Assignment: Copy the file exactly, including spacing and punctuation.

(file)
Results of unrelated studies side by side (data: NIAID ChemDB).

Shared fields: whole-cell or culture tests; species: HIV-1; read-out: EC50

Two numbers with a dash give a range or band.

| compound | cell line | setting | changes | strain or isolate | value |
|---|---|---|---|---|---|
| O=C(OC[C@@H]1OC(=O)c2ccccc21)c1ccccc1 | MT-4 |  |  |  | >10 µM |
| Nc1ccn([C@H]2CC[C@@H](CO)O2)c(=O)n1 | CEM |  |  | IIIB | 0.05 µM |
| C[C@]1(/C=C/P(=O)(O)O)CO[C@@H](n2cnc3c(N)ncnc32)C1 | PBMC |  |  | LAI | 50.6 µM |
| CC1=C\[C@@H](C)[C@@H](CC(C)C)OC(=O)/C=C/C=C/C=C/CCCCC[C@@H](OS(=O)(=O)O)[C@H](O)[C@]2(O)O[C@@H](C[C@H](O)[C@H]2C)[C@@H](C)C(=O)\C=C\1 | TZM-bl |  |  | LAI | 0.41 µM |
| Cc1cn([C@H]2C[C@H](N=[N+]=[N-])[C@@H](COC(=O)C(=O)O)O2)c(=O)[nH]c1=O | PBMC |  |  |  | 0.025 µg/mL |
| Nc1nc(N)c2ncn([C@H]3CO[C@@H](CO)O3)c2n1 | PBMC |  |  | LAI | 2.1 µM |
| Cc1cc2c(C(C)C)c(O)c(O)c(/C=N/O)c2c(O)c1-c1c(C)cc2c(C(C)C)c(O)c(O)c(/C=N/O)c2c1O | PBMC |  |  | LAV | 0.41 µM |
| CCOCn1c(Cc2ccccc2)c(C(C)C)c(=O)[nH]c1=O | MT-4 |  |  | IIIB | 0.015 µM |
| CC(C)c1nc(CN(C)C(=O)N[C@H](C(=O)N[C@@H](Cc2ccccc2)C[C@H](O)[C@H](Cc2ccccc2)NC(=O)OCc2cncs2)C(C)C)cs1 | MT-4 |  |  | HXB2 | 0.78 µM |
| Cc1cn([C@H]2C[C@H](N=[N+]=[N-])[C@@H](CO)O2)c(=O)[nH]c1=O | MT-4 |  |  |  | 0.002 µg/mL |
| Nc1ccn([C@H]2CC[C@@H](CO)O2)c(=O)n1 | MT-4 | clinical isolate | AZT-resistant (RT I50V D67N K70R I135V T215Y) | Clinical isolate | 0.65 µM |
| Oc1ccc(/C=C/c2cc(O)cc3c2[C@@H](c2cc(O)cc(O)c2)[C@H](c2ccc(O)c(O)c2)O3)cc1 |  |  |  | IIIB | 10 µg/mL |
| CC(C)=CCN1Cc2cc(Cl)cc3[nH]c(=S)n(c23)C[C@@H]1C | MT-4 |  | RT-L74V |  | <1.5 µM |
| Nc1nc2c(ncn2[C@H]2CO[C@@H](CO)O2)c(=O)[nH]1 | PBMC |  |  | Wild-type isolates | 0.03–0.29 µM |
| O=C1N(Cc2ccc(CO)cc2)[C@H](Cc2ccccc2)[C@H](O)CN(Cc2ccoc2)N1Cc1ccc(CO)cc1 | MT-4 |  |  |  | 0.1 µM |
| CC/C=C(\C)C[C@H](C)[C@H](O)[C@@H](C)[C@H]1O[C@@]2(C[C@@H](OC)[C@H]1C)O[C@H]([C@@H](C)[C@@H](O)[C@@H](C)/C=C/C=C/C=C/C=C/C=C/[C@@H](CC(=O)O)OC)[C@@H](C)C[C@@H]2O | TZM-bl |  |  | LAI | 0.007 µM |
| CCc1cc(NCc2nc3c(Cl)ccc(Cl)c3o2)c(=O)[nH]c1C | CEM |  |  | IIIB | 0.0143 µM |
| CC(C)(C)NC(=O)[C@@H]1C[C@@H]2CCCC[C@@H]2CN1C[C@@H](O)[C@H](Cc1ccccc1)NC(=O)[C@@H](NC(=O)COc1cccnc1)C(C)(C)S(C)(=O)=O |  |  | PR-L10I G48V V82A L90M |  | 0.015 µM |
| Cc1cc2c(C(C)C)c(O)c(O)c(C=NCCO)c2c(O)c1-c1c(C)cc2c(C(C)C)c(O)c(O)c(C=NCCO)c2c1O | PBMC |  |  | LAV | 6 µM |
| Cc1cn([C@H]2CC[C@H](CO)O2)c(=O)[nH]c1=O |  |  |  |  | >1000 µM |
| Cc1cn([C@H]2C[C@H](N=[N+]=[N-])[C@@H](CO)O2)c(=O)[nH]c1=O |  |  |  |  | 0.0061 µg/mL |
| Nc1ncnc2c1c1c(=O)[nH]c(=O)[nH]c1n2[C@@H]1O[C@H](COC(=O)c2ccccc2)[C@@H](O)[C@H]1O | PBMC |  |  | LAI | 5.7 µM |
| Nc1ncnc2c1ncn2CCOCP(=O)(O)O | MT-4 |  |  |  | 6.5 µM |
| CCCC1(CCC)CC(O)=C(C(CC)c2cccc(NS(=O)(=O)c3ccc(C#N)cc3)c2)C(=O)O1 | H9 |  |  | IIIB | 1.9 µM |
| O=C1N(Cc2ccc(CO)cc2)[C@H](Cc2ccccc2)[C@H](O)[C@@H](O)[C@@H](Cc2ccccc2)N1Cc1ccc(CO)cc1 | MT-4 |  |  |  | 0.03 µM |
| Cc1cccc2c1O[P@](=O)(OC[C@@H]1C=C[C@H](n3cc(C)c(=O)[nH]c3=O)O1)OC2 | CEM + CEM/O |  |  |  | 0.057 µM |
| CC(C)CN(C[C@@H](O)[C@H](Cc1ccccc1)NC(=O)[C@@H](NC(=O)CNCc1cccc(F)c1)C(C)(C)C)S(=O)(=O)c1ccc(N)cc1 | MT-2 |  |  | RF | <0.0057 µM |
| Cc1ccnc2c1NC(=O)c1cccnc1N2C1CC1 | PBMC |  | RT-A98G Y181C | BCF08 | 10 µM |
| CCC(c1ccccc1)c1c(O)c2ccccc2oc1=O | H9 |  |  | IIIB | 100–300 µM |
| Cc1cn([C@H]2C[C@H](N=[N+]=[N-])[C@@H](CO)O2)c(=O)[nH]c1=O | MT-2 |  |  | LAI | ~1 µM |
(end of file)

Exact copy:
Results of unrelated studies side by side (data: NIAID ChemDB).

Shared fields: whole-cell or culture tests; species: HIV-1; read-out: EC50

Two numbers with a dash give a range or band.

| compound | cell line | setting | changes | strain or isolate | value |
|---|---|---|---|---|---|
| O=C(OC[C@@H]1OC(=O)c2ccccc21)c1ccccc1 | MT-4 |  |  |  | >10 µM |
| Nc1ccn([C@H]2CC[C@@H](CO)O2)c(=O)n1 | CEM |  |  | IIIB | 0.05 µM |
| C[C@]1(/C=C/P(=O)(O)O)CO[C@@H](n2cnc3c(N)ncnc32)C1 | PBMC |  |  | LAI | 50.6 µM |
| CC1=C\[C@@H](C)[C@@H](CC(C)C)OC(=O)/C=C/C=C/C=C/CCCCC[C@@H](OS(=O)(=O)O)[C@H](O)[C@]2(O)O[C@@H](C[C@H](O)[C@H]2C)[C@@H](C)C(=O)\C=C\1 | TZM-bl |  |  | LAI | 0.41 µM |
| Cc1cn([C@H]2C[C@H](N=[N+]=[N-])[C@@H](COC(=O)C(=O)O)O2)c(=O)[nH]c1=O | PBMC |  |  |  | 0.025 µg/mL |
| Nc1nc(N)c2ncn([C@H]3CO[C@@H](CO)O3)c2n1 | PBMC |  |  | LAI | 2.1 µM |
| Cc1cc2c(C(C)C)c(O)c(O)c(/C=N/O)c2c(O)c1-c1c(C)cc2c(C(C)C)c(O)c(O)c(/C=N/O)c2c1O | PBMC |  |  | LAV | 0.41 µM |
| CCOCn1c(Cc2ccccc2)c(C(C)C)c(=O)[nH]c1=O | MT-4 |  |  | IIIB | 0.015 µM |
| CC(C)c1nc(CN(C)C(=O)N[C@H](C(=O)N[C@@H](Cc2ccccc2)C[C@H](O)[C@H](Cc2ccccc2)NC(=O)OCc2cncs2)C(C)C)cs1 | MT-4 |  |  | HXB2 | 0.78 µM |
| Cc1cn([C@H]2C[C@H](N=[N+]=[N-])[C@@H](CO)O2)c(=O)[nH]c1=O | MT-4 |  |  |  | 0.002 µg/mL |
| Nc1ccn([C@H]2CC[C@@H](CO)O2)c(=O)n1 | MT-4 | clinical isolate | AZT-resistant (RT I50V D67N K70R I135V T215Y) | Clinical isolate | 0.65 µM |
| Oc1ccc(/C=C/c2cc(O)cc3c2[C@@H](c2cc(O)cc(O)c2)[C@H](c2ccc(O)c(O)c2)O3)cc1 |  |  |  | IIIB | 10 µg/mL |
| CC(C)=CCN1Cc2cc(Cl)cc3[nH]c(=S)n(c23)C[C@@H]1C | MT-4 |  | RT-L74V |  | <1.5 µM |
| Nc1nc2c(ncn2[C@H]2CO[C@@H](CO)O2)c(=O)[nH]1 | PBMC |  |  | Wild-type isolates | 0.03–0.29 µM |
| O=C1N(Cc2ccc(CO)cc2)[C@H](Cc2ccccc2)[C@H](O)CN(Cc2ccoc2)N1Cc1ccc(CO)cc1 | MT-4 |  |  |  | 0.1 µM |
| CC/C=C(\C)C[C@H](C)[C@H](O)[C@@H](C)[C@H]1O[C@@]2(C[C@@H](OC)[C@H]1C)O[C@H]([C@@H](C)[C@@H](O)[C@@H](C)/C=C/C=C/C=C/C=C/C=C/[C@@H](CC(=O)O)OC)[C@@H](C)C[C@@H]2O | TZM-bl |  |  | LAI | 0.007 µM |
| CCc1cc(NCc2nc3c(Cl)ccc(Cl)c3o2)c(=O)[nH]c1C | CEM |  |  | IIIB | 0.0143 µM |
| CC(C)(C)NC(=O)[C@@H]1C[C@@H]2CCCC[C@@H]2CN1C[C@@H](O)[C@H](Cc1ccccc1)NC(=O)[C@@H](NC(=O)COc1cccnc1)C(C)(C)S(C)(=O)=O |  |  | PR-L10I G48V V82A L90M |  | 0.015 µM |
| Cc1cc2c(C(C)C)c(O)c(O)c(C=NCCO)c2c(O)c1-c1c(C)cc2c(C(C)C)c(O)c(O)c(C=NCCO)c2c1O | PBMC |  |  | LAV | 6 µM |
| Cc1cn([C@H]2CC[C@H](CO)O2)c(=O)[nH]c1=O |  |  |  |  | >1000 µM |
| Cc1cn([C@H]2C[C@H](N=[N+]=[N-])[C@@H](CO)O2)c(=O)[nH]c1=O |  |  |  |  | 0.0061 µg/mL |
| Nc1ncnc2c1c1c(=O)[nH]c(=O)[nH]c1n2[C@@H]1O[C@H](COC(=O)c2ccccc2)[C@@H](O)[C@H]1O | PBMC |  |  | LAI | 5.7 µM |
| Nc1ncnc2c1ncn2CCOCP(=O)(O)O | MT-4 |  |  |  | 6.5 µM |
| CCCC1(CCC)CC(O)=C(C(CC)c2cccc(NS(=O)(=O)c3ccc(C#N)cc3)c2)C(=O)O1 | H9 |  |  | IIIB | 1.9 µM |
| O=C1N(Cc2ccc(CO)cc2)[C@H](Cc2ccccc2)[C@H](O)[C@@H](O)[C@@H](Cc2ccccc2)N1Cc1ccc(CO)cc1 | MT-4 |  |  |  | 0.03 µM |
| Cc1cccc2c1O[P@](=O)(OC[C@@H]1C=C[C@H](n3cc(C)c(=O)[nH]c3=O)O1)OC2 | CEM + CEM/O |  |  |  | 0.057 µM |
| CC(C)CN(C[C@@H](O)[C@H](Cc1ccccc1)NC(=O)[C@@H](NC(=O)CNCc1cccc(F)c1)C(C)(C)C)S(=O)(=O)c1ccc(N)cc1 | MT-2 |  |  | RF | <0.0057 µM |
| Cc1ccnc2c1NC(=O)c1cccnc1N2C1CC1 | PBMC |  | RT-A98G Y181C | BCF08 | 10 µM |
| CCC(c1ccccc1)c1c(O)c2ccccc2oc1=O | H9 |  |  | IIIB | 100–300 µM |
| Cc1cn([C@H]2C[C@H](N=[N+]=[N-])[C@@H](CO)O2)c(=O)[nH]c1=O | MT-2 |  |  | LAI | ~1 µM |